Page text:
I can’t recall when I first encountered the phrase, “spoiler alert.” It seems as if it’s been part of the popular vernacular for awhile now, and become even more prone to pop up in everyday discussions considering the current trend for binge-watching TV shows; but given that I’ve been tasked with musing on the genesis of my duly christened poem, I felt compelled to get to the bottom of it.
In a 2014 article in The Wall Street Journal, Ben Zimmer tracks its nascent use back to Doug Kenney’s feature, “Spoilers” in the April 1971 issue of The National Lampoon. This perversely pleases me because the late, great, sardonic writer – whose 1980 death after falling 35 feet from the Hanapepe Lookout in Kauai was ruled an ‘accident’ by Hawaiian police – “Hanapepe,” coincidentally, means “crushed bay” in Hawaiian – was an early influence on my own work, not to mention worldview, and, by extension, poetry. (Another Lampoon alum, Harold Ramis, famously quipped that Kenney “probably fell while looking for a place to jump.” Touché!) In the article, Kenney “spoils” the famous endings of such films as Citizen Kane, The Godfather, and Psycho, alongside Agatha Christie whodunits, and more, as a “public service” that “saves time and money.” Soon after its appearance, the term was appropriated and expanded to “spoiler warning” on a ‘SF-Lovers’ listserv, but it wasn’t until a posting about the second Star Trek film, The Wrath of Khan, that the phrase spoiler alert was coined.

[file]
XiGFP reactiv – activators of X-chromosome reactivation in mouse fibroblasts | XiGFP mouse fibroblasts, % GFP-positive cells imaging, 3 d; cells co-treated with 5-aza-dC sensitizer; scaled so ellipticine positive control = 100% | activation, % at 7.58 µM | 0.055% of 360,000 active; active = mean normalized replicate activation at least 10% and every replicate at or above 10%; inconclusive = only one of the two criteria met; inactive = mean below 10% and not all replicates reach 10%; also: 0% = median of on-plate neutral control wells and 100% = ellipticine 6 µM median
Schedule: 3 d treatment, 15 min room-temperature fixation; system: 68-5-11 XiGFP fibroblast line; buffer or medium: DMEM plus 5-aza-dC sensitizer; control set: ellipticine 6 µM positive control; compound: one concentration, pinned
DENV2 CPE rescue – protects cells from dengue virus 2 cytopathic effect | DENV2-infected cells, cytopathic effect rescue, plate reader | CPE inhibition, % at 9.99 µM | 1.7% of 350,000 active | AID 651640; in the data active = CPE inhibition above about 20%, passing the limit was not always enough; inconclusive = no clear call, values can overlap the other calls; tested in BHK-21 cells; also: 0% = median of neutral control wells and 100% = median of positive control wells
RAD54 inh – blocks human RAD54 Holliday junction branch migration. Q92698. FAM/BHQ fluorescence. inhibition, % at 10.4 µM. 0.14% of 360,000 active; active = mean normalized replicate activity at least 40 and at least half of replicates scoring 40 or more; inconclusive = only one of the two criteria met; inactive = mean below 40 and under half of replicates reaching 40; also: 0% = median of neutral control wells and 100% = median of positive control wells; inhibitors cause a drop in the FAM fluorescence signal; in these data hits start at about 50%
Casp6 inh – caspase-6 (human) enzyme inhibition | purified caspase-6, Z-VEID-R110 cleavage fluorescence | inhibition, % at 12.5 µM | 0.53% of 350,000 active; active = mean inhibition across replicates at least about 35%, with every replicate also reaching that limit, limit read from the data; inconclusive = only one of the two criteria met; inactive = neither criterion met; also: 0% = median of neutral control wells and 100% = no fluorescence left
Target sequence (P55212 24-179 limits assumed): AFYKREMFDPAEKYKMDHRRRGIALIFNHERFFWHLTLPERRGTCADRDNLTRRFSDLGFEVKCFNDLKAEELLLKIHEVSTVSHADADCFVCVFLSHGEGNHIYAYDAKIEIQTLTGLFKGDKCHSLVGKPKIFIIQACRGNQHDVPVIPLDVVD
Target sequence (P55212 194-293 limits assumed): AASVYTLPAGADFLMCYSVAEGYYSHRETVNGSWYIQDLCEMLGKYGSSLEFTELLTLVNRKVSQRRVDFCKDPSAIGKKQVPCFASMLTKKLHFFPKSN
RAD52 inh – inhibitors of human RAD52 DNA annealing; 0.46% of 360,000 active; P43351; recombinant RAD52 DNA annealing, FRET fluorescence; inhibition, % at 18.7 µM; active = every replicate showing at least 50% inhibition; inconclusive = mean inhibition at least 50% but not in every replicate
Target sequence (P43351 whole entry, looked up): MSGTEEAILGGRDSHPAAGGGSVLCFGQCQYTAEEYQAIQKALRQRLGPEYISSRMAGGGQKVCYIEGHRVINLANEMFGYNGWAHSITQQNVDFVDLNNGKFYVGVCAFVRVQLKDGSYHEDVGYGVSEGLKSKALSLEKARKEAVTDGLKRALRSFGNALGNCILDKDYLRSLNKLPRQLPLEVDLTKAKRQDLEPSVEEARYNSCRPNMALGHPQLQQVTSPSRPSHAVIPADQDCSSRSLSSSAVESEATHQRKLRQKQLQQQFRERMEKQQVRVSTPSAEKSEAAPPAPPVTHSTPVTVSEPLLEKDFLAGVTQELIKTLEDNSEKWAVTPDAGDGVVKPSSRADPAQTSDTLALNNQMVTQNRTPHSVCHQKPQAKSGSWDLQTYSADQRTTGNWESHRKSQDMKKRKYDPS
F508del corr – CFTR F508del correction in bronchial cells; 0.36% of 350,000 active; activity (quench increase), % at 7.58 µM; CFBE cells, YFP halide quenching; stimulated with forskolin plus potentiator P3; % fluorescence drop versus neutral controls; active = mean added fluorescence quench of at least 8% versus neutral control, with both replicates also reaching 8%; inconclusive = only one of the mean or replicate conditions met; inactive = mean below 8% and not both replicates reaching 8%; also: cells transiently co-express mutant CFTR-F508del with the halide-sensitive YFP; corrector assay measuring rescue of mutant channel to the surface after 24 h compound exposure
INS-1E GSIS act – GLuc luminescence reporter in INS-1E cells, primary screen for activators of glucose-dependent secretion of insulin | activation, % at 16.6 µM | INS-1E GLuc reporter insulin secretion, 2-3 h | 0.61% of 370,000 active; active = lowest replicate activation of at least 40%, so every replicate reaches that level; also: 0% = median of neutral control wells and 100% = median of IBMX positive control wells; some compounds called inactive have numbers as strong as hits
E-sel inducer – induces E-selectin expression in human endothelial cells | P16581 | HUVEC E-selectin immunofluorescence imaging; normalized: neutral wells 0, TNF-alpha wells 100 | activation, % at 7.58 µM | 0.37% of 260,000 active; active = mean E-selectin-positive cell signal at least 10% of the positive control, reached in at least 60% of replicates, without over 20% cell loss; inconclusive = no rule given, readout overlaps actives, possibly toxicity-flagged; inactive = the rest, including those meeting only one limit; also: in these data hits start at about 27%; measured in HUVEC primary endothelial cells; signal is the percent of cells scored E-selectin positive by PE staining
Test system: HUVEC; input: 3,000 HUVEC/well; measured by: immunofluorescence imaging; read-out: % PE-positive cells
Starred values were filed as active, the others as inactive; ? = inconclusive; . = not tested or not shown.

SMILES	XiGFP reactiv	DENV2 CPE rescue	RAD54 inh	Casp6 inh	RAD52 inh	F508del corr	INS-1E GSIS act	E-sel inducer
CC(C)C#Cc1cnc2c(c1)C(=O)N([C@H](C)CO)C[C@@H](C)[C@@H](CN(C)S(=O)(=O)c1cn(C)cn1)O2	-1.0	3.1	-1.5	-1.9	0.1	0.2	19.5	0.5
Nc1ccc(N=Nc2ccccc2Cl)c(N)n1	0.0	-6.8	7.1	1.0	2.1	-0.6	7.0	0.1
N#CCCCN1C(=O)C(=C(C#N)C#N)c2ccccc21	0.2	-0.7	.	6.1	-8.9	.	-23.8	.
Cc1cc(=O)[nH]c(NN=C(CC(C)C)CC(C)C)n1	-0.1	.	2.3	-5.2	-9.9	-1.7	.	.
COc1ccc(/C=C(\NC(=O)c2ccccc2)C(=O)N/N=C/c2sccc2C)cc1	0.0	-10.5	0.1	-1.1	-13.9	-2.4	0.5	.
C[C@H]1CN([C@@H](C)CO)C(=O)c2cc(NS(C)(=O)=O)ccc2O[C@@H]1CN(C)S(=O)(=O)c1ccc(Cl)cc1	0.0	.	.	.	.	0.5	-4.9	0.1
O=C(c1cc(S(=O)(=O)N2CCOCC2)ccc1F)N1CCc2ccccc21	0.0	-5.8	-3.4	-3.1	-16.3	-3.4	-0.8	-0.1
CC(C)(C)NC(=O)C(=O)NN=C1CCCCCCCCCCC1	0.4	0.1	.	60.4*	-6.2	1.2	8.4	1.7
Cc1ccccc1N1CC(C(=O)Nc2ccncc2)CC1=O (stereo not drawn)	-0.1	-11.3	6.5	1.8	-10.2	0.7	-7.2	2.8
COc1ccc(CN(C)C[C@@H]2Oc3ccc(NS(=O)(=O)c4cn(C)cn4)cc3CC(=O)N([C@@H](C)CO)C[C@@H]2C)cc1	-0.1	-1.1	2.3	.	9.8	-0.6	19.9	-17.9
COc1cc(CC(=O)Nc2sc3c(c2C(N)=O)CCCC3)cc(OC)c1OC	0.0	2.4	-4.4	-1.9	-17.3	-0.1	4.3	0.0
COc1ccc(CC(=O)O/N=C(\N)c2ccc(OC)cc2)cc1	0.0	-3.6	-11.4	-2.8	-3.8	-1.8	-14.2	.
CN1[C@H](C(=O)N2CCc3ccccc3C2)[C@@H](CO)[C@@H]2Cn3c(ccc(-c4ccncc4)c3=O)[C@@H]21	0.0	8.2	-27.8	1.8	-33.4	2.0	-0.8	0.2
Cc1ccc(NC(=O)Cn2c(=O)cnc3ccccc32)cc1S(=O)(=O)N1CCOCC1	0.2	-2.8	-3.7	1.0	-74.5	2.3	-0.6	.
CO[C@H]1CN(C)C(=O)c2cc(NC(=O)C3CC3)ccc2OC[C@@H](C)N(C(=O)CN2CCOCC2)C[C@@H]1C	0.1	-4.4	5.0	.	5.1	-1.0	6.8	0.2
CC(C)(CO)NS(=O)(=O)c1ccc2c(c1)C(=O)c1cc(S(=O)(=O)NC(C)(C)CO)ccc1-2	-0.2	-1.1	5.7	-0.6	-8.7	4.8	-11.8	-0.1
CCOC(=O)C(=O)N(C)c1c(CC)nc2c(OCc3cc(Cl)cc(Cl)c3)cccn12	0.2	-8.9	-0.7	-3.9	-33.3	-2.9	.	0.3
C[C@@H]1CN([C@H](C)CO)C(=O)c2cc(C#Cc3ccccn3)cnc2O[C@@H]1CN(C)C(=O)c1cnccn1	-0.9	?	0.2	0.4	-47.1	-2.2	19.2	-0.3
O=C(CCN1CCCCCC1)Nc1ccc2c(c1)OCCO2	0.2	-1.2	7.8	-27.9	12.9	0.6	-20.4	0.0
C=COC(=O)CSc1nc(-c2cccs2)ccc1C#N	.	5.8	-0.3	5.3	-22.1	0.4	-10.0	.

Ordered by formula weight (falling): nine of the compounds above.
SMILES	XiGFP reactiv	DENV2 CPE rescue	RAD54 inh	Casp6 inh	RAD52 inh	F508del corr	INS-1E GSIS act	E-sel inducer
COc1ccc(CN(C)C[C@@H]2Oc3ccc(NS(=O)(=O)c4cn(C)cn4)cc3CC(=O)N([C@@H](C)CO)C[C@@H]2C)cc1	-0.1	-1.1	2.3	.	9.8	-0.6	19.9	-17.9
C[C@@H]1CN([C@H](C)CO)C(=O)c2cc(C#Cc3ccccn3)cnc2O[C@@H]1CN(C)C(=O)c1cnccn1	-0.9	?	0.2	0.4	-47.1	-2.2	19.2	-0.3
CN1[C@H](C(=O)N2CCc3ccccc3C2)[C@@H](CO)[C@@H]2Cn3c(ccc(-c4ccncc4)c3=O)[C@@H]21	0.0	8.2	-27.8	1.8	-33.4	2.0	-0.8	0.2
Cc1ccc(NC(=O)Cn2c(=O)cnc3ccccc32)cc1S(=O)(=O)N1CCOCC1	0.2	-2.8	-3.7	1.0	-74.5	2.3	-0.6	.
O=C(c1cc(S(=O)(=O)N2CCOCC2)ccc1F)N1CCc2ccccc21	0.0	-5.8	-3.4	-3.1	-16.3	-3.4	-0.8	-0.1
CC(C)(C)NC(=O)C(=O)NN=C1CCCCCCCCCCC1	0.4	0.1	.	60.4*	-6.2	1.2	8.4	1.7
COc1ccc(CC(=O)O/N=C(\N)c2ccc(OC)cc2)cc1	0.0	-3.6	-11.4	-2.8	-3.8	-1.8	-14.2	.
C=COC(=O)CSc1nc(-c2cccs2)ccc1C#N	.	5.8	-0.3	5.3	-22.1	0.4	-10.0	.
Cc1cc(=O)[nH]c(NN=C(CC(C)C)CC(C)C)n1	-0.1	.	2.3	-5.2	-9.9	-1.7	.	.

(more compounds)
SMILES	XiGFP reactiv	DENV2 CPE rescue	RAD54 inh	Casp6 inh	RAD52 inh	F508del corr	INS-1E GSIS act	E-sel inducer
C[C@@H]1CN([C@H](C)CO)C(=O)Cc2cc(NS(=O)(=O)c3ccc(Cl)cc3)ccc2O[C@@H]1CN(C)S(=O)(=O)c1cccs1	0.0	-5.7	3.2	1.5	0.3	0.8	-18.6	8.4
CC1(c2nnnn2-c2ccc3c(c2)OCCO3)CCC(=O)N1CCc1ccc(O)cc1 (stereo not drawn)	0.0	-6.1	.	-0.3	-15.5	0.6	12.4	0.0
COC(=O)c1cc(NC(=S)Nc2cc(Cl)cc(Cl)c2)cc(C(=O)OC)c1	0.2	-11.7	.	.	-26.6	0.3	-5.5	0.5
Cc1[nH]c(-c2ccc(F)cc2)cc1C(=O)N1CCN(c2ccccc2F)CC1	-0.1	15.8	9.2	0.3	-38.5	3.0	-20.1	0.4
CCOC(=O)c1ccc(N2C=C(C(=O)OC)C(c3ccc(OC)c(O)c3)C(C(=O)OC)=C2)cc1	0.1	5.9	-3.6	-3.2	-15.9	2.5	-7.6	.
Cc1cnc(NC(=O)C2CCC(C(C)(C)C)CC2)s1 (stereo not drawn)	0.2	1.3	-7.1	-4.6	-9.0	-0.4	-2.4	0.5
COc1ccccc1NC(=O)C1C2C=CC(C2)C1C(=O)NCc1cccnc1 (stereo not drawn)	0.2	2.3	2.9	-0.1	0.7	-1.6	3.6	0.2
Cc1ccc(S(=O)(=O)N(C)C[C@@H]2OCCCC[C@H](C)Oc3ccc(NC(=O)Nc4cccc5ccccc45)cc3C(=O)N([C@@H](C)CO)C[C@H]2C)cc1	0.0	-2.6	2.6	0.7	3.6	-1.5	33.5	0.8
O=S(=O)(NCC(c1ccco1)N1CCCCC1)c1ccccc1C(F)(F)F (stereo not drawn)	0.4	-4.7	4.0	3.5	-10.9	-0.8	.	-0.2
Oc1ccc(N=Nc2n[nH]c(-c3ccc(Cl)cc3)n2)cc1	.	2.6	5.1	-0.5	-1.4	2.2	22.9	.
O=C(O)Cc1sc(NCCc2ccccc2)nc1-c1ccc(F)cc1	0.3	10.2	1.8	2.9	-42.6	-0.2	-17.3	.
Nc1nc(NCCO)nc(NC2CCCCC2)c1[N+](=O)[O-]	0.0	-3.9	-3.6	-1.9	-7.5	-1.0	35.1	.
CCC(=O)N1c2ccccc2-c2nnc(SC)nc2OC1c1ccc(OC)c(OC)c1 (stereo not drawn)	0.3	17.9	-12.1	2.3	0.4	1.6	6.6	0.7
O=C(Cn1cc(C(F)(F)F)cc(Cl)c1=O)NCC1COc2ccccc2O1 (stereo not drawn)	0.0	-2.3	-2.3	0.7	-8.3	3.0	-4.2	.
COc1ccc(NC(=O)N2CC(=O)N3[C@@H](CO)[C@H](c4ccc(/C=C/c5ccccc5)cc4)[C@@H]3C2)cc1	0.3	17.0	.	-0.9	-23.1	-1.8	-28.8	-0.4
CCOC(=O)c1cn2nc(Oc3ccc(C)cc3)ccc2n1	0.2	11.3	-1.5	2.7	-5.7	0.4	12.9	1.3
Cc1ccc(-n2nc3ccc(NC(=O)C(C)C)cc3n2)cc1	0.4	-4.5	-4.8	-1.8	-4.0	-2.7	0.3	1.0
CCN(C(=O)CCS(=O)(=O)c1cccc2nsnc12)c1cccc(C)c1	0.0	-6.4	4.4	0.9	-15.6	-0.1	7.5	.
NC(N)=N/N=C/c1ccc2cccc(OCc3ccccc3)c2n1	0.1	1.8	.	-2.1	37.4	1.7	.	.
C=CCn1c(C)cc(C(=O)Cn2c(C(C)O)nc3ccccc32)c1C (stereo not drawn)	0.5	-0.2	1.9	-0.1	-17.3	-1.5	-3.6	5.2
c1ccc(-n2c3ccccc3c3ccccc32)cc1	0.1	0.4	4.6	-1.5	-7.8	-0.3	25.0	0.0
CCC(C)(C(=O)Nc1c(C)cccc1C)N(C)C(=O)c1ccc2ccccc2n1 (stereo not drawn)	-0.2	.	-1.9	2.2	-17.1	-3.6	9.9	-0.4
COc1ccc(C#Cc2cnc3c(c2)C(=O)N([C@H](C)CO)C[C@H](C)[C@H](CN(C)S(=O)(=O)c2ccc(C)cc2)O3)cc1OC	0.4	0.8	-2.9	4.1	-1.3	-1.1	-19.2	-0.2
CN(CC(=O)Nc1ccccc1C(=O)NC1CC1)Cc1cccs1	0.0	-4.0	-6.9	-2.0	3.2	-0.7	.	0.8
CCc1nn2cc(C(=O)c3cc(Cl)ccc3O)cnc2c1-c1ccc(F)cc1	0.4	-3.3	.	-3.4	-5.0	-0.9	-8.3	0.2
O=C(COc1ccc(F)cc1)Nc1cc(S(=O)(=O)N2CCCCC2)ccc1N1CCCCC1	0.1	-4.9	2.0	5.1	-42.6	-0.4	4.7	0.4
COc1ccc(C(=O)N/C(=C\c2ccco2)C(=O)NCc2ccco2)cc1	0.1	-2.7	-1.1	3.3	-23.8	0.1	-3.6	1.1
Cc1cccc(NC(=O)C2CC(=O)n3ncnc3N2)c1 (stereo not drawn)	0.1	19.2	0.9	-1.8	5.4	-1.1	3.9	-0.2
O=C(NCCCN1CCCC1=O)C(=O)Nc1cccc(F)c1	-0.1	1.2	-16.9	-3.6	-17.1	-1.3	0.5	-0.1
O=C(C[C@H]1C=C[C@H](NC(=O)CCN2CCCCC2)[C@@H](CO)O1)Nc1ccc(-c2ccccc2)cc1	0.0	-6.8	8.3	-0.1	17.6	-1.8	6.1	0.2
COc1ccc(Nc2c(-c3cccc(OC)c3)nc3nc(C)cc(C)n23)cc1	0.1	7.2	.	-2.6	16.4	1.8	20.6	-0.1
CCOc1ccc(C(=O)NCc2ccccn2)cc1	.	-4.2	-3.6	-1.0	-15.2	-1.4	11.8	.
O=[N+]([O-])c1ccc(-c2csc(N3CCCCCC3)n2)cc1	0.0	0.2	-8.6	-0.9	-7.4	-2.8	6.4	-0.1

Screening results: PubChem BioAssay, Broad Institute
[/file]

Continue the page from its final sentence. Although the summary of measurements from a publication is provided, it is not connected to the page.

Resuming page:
Part of my modus operandi as a poet and songwriter is working from titles first. I’m an inveterate phrase scribbler, and, for some reason, despite its ubiquity, one day I wrote “spoiler alert” in my notebook for further consideration. These captured phrases, whether ‘torn from the headlines’ or borne of more elliptical, sonically-pleasing origins, sometimes lead to something, but may just as well expire unheralded as old notebooks are filled and new ones purchased. At some point, flipping through my notes, spoiler alert struck me and I wrote it as plural parenthetical on the top of a page. But what ‘spoiler(s)’ would I be alerting? “Jesus dies” came quickly, and seemed like a good place to start; it also seems, in retrospect, to draw from the same tradition of distasteful literariness that Kenney and his Lampoon crew thrived on in their heyday. Satire is something I aspire to, and if it’s done well, it adds another gut-punch beyond the literal, so if I was going to satirize the story of Christ, where else should I go? I had recently discovered that “a duck’s quack doesn’t echo,” and while that may not count as a ‘spoiler’ per se, it was an intriguing enough conceit that suggested how I could maneuver my way through the poem – toying with the conventions of the spoiler alert. After two more ruminative stanzas, I decided to end simply and declaratively, on the old cliché, “the butler did it” – another reflective echo back to Kenney’s piece.
Evocative beginnings and conclusions to poems are hard to come by, and not always what the work ultimately requires, but in the case of “Spoiler Alert(s)” bookending it with these two phrases encapsulates its concerns quite neatly. Hopefully you agree!